Thursday, June 28, 2007

The Story of Grace

Grace came to me in October of 1999 as a 6 month old stray, picked up by the Cincinnati Police Dept. and brought to the veterinary emergency hospital where I worked. I had recently lost my Rott puppy, Raven, and the emergency practice had retired our blood donor, Kayla, also a Rottweiller, so we were all primed for a new dog. She was bad, though, and my first order was "Call the Humane Society and get her out of the building!" She was protective of toys and food, had no training, had to be muzzled for any kind of restraint, and had the pinched, suspicious look in her eyes that I attribute to a fear-aggressive dog.

By the end of the shift, I could see some potential in her, and volunteered to foster her for 6 months, until she was old enough to take her place as the replacement blood donor.

After six months of living with Holly and I, lots of
hard work, and 3 levels of obedience training, Grace blossomed and turned into a great dog. My fellow emergency vets refused to let me give her back to the practice, so she became mine, not that I minded at all.

Every time I blog, this is what I deal with -
85 lbs of Rottweiler under the desk, with no place for my feet and legs.

From those rocky beginnings, she has become a very special dog. She raised one of my cats, Manny (short for Katmandu) who was taken from his mom too young, and allowed him to "nurse" on her belly hairs until he was 8 months old and she decided he should be weaned.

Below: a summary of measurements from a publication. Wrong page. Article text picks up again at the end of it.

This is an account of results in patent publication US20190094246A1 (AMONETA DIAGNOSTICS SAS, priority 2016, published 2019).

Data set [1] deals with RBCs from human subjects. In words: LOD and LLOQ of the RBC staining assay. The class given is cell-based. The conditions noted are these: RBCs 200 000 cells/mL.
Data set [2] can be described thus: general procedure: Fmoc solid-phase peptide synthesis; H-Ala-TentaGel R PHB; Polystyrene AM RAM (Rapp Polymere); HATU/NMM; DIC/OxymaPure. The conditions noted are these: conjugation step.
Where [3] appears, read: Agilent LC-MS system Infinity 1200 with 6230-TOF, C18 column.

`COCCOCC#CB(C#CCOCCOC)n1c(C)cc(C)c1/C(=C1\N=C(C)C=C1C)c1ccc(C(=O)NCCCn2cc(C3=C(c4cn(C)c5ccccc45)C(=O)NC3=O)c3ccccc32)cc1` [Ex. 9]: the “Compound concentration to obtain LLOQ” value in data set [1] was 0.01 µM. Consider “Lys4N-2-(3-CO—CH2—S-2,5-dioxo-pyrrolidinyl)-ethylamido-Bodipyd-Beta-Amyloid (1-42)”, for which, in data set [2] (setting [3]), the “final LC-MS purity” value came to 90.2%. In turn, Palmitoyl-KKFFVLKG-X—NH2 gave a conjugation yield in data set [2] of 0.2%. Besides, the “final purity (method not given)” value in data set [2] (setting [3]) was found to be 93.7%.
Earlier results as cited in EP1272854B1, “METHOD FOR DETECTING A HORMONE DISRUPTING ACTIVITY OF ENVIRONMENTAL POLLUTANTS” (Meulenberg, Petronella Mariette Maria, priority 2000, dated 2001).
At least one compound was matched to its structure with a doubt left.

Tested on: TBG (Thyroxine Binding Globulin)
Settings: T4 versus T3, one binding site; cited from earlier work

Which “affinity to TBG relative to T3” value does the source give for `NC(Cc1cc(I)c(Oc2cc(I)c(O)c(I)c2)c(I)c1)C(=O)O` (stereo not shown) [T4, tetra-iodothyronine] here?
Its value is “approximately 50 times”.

This is Grace with baby Manny. I swear, she is just cleaning him up, not eating him - he survived many of these Rott tongue baths!

I trust her with kids of all ages. She is very gentle, and patient, too. Here she is teaching Susan's daughter Isabelle how to play with the Chuck-It toy.

"Throw it, kid. C'mon, throw it already!"

Along with Holly, Grace and I went through Beginning, Intermediate, and Advanced Obedience classes. Each of these were 8 week classes, and during the third session, we also took Beginning Agility (both dogs) so for 4 months, I had two dog classes a week and for the last 2 months, I had 4 dog classes a week. Whew! I still can't believe I survived it.

Grace loved her Agility class. During our last Obedience class, she was constantly missing the cues I was giving her because she was looking over her shoulder at the Agility ring. "I wanna go THERE, Mom. I wanna do what THOSE dogs are doing," she was obviously thinking. Obedience gave her roots, but Agility gave her confidence and let her soar.

In 2003, Grace developed a mass on her left front leg. I could tell by feeling it that it wasn't good, and I made a decision. I could be her Mom, or I could be her vet. I couldn't be both. So, I had a veterinary oncologist friend aspirate the lump, to confirm my suspicions that it was cancerous, and a veterinary surgeon friend operate on it. It was a hemangiopericytoma, a soft tissue sarcoma of the cells surrounding a blood vessel, and it was so tightly wrapped around the vital structures of her leg that it could not be completely removed.